You can also integrate your irreplaceable CDVs and cabinet cards into your photo albums by placing them in Print Pages. Note that a pre-cut sheet of Acid-Free Card Stock has been added to each Print Page pocket for added stability and support.

cabinet cards
Cabinet cards fit into 5 x 7″ Print Pages, while CDVs fit into 3-1/2 x 5″ pages.

These Print Pages can then be placed in any of our many styles of archivally-safe binders.

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Print Pages shown placed in our top-of-the-line Collector Grade Binder, available in black, red, blue, and green.

Using sheets of Acid-Free Card Stock behind your images in your Print Pages will also allow you to write identification information with archivally-safe pencils or markers.

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Protecting Antique Albums

There were a number of different 19th-century album designs that accommodated cabinet cards and CDVs. If you have one of these, consider scanning the images within and then archivally storing the actual album.

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The large red velvet-covered album contains CDVs, cabinet cards, and tintypes.
cabinet cards
This smaller blue leather album contains CDVs and tintypes.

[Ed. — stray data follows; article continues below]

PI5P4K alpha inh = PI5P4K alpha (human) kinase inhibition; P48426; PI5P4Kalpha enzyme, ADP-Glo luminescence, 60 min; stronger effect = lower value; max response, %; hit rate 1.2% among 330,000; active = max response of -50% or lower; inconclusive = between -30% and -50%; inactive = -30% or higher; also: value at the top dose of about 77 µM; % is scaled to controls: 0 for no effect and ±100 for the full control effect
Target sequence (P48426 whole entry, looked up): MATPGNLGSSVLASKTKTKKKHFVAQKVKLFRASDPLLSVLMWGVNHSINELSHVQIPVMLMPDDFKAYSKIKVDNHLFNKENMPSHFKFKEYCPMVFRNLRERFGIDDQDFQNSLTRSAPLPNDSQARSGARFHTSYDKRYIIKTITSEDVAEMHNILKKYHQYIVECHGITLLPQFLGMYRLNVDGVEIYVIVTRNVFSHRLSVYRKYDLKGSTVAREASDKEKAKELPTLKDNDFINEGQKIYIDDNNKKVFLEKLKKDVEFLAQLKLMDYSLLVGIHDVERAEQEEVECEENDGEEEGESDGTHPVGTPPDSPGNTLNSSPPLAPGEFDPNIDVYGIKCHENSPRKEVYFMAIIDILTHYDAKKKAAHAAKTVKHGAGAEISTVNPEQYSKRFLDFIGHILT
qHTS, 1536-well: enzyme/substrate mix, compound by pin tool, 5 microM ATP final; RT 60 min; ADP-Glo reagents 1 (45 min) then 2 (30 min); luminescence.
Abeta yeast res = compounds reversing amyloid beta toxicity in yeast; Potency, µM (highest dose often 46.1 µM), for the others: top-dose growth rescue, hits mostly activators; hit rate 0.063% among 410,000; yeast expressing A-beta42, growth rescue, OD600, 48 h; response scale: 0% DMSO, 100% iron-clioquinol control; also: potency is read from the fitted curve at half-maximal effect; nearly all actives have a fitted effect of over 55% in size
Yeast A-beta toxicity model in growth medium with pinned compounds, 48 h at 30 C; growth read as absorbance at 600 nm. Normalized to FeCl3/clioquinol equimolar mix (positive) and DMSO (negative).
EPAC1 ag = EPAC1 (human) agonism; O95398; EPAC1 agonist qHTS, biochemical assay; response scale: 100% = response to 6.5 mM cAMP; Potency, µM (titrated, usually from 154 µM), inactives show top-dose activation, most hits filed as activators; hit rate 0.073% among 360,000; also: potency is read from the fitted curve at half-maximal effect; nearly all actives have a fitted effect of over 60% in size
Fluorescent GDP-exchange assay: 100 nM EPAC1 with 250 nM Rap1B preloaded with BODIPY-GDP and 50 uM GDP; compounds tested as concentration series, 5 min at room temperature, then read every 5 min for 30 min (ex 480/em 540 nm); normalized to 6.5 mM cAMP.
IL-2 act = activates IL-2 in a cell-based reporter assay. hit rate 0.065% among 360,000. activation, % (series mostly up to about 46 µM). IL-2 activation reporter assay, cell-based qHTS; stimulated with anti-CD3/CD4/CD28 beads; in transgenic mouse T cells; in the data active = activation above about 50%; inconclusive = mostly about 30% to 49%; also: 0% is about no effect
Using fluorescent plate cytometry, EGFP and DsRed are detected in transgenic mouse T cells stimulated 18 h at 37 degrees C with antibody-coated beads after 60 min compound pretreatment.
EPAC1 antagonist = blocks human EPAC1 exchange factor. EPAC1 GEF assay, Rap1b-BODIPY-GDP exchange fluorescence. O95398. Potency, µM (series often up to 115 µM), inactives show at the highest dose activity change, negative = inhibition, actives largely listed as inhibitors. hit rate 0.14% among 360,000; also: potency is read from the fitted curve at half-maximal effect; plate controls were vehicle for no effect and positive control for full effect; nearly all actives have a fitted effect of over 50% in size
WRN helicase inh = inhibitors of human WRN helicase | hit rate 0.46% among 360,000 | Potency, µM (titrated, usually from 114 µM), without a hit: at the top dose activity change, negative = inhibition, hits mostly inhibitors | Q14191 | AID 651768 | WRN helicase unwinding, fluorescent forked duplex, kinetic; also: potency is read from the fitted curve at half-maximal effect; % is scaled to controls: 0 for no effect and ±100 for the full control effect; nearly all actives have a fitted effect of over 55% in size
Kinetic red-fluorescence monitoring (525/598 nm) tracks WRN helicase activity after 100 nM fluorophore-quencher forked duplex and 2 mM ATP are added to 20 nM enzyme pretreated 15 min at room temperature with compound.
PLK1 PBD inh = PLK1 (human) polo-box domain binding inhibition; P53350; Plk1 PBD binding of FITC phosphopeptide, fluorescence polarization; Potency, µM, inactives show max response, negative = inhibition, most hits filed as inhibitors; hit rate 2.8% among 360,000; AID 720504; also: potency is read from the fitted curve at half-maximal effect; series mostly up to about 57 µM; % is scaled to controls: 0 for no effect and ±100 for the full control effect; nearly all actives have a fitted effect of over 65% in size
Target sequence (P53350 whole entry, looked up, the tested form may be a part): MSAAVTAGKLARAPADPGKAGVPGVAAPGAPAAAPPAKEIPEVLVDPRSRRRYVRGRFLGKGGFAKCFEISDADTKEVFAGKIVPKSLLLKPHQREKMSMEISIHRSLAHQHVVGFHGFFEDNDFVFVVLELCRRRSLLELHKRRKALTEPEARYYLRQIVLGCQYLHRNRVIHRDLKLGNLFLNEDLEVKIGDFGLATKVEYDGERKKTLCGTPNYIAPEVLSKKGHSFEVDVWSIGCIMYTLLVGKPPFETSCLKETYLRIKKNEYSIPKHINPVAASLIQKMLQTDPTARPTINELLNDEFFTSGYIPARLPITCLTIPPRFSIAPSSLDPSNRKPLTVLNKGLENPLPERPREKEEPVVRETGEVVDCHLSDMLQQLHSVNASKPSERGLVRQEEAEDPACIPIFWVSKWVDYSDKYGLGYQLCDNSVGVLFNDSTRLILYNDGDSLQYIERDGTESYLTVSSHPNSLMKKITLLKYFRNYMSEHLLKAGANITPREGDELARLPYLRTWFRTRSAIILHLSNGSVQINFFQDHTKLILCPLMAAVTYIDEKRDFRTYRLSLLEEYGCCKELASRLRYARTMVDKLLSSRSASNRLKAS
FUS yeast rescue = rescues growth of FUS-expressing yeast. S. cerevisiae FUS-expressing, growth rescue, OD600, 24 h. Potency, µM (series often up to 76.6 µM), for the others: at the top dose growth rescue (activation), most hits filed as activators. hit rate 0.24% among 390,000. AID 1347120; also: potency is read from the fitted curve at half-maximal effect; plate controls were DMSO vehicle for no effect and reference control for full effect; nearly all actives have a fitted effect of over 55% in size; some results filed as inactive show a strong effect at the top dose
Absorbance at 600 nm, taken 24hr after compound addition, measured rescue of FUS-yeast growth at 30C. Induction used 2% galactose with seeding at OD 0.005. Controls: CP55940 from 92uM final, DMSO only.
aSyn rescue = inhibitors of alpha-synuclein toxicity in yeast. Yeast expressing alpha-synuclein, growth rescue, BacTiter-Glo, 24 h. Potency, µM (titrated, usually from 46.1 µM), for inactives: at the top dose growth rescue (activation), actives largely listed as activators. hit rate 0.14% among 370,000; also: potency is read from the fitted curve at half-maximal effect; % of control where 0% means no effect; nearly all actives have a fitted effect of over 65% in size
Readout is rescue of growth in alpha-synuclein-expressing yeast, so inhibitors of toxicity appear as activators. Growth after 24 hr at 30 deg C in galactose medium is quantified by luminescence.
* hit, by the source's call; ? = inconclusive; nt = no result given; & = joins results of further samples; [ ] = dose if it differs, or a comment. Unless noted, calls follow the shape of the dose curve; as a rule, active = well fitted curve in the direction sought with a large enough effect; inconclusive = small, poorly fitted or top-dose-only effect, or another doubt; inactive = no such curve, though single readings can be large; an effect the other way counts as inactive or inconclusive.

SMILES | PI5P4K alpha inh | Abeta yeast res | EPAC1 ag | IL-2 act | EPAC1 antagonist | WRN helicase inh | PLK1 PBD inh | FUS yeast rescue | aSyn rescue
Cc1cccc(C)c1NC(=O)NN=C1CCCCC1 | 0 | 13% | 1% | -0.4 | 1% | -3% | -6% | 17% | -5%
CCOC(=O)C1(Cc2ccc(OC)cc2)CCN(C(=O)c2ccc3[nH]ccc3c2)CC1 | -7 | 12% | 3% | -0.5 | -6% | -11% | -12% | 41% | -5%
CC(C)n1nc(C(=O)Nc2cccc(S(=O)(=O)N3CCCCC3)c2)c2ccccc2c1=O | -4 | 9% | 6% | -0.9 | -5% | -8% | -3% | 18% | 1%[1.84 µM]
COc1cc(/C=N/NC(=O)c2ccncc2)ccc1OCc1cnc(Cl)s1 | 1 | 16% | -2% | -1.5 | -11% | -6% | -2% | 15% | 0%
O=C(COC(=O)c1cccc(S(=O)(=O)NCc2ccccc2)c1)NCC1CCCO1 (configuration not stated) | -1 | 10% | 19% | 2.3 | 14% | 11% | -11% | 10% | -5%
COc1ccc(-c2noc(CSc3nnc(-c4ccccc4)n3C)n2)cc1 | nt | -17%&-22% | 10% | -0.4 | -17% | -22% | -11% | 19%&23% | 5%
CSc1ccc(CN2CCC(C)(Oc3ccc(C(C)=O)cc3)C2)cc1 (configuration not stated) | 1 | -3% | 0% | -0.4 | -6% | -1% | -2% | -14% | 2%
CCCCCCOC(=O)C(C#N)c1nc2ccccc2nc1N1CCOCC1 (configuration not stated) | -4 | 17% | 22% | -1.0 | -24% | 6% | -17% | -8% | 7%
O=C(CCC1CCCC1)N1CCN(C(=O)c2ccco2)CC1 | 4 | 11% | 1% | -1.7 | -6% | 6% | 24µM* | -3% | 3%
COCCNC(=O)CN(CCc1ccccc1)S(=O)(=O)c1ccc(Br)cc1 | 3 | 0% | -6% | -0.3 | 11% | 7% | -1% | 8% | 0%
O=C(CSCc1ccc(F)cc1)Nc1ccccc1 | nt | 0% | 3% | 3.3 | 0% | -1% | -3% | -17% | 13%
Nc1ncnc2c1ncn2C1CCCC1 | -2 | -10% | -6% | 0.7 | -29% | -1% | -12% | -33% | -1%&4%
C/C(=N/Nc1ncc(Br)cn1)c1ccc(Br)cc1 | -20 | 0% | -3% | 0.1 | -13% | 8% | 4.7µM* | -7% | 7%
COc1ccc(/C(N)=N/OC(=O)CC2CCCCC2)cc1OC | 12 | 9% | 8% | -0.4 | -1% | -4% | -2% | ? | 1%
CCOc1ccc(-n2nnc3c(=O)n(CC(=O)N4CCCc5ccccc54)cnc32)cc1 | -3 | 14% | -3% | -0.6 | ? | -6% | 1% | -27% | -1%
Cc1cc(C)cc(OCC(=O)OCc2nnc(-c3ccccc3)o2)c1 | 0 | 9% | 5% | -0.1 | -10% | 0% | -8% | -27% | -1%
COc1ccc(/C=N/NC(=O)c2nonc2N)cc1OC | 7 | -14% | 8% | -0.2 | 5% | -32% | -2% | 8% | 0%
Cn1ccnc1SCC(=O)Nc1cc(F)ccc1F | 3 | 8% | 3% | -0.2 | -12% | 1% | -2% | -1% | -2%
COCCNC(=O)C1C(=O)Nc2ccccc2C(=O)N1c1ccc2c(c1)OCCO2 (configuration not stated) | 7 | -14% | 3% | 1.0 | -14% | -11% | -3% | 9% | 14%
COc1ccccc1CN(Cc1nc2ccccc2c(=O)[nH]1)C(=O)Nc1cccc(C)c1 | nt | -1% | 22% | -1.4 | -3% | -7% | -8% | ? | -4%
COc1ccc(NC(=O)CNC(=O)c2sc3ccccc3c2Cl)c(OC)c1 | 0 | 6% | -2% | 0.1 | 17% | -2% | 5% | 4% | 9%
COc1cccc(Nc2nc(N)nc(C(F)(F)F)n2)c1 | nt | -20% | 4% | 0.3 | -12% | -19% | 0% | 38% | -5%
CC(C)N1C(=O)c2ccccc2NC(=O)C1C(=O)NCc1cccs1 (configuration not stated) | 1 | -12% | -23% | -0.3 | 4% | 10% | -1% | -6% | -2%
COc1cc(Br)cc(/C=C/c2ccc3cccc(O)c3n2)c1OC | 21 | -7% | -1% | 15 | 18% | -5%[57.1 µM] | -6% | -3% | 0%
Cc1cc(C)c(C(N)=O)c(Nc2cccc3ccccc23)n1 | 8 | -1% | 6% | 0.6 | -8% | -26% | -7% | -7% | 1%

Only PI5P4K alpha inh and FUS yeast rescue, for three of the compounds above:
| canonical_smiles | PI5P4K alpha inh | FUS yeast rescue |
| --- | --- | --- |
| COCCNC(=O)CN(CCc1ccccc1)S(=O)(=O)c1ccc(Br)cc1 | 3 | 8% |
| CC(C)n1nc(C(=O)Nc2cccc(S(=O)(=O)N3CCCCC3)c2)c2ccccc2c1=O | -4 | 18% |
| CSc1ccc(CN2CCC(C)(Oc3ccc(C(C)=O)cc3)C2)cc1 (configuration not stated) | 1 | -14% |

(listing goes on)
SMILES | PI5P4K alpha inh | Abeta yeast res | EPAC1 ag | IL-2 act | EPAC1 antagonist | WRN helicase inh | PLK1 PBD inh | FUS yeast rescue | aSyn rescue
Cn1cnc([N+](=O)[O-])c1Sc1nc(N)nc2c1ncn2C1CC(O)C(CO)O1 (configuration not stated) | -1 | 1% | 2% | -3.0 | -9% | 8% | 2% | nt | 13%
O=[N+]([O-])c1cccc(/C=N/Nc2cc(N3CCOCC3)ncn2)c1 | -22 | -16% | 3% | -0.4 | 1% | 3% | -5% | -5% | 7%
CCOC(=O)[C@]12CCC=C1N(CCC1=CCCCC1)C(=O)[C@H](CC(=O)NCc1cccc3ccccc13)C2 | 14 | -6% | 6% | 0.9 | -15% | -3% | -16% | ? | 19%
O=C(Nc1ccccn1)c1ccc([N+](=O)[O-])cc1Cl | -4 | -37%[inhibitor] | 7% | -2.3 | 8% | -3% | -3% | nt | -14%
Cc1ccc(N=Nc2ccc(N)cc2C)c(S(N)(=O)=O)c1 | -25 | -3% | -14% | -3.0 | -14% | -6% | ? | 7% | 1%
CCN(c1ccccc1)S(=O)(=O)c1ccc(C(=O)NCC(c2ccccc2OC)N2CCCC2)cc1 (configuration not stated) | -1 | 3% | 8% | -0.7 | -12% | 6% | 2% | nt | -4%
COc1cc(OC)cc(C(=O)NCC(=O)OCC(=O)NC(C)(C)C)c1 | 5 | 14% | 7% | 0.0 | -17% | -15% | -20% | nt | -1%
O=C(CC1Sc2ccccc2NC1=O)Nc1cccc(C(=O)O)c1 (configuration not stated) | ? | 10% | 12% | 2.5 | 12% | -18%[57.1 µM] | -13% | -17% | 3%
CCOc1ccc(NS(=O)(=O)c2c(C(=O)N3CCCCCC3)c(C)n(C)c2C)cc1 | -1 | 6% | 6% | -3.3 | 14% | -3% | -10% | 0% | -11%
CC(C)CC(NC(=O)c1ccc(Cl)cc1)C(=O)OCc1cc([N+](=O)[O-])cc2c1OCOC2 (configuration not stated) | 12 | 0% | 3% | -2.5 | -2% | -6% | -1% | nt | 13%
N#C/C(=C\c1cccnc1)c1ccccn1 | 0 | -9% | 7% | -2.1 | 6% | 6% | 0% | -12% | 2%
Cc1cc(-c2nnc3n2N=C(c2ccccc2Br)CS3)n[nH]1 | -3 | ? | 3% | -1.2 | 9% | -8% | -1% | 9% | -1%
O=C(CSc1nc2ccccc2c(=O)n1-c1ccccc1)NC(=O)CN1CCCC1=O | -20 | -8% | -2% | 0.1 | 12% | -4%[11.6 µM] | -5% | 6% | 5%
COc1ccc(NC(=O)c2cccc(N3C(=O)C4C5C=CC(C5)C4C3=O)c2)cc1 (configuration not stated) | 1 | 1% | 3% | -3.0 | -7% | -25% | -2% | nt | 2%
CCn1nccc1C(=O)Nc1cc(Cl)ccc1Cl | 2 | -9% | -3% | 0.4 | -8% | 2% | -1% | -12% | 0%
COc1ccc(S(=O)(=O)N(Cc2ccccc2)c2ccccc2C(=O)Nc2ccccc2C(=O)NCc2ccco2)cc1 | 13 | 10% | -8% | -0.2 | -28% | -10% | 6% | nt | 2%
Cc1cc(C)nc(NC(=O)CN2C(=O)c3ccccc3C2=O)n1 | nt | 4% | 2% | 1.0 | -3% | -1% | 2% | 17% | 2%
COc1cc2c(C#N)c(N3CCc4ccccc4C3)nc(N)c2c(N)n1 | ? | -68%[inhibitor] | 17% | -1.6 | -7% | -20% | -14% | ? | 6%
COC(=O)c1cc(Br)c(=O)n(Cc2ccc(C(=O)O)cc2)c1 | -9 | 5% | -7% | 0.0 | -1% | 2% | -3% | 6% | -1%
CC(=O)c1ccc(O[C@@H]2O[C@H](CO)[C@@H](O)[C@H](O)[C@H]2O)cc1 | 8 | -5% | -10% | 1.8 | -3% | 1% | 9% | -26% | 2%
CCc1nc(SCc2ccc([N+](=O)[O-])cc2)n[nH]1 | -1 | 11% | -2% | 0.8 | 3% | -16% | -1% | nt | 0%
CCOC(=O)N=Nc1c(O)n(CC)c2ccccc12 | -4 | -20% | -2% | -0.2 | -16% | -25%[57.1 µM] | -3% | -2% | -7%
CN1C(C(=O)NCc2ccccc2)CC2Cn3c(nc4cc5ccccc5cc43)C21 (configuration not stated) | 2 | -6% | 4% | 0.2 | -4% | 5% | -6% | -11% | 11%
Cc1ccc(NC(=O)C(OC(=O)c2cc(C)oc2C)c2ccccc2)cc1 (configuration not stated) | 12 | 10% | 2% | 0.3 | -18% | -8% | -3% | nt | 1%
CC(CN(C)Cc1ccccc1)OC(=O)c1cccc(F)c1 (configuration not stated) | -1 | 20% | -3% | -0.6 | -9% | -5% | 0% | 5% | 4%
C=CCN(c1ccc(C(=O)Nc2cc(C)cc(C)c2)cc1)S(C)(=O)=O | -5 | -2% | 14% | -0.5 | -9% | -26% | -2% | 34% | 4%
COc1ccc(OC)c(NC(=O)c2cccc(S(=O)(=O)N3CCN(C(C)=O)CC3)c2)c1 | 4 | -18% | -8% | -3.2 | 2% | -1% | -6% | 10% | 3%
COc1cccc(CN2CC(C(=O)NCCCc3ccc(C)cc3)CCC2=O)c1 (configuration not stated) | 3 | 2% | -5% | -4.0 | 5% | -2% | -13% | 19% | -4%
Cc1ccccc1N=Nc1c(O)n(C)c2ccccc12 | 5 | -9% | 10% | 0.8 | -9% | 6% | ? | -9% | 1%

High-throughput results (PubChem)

Place the photo album into an archival Polyethylene Bag and then into an acid-free Metal Edge Box. Check out our Book Storage Kit options or order a la carte from our different sizes and designs of archival boxes.

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Cabinet Cards & Cartes-de-Visite / Step 5: Matting & Framing

 

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A hand-tinted cabinet card in an elegant 8-ply acid-free mat (on left) ahead of framing it.
(Please click on each image for more information.)

 

If you have a particular image that should be archivally matted and framed to be enjoyed every day, consider using an 8-ply mat (see photo above) rather than a “standard” 4-ply mat, as photographs on cards have a certain depth and you don’t want the image surface to come into contact with the frame’s glass or glazing (please click here for information on our mat board sample kit, which includes samples of all of our mat board colors & thicknesses).

In the photo on the left the cabinet card is being “floated” in the center of the mat in order to show the entire image. This is easy to do yourself with mounting corners. 

 


 

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In closing, we hope you’ll contact us here at Archival Methods if you have any additional question on how best to preserve and share your family or collectible cartes-de-visite and cabinet cards. Our experienced staff has all the answers you’re looking for, and these unique images deserve only the finest in archival care!

Lastly, please click here for more information on cartes-de-visite, and click here to learn more about cabinet cards.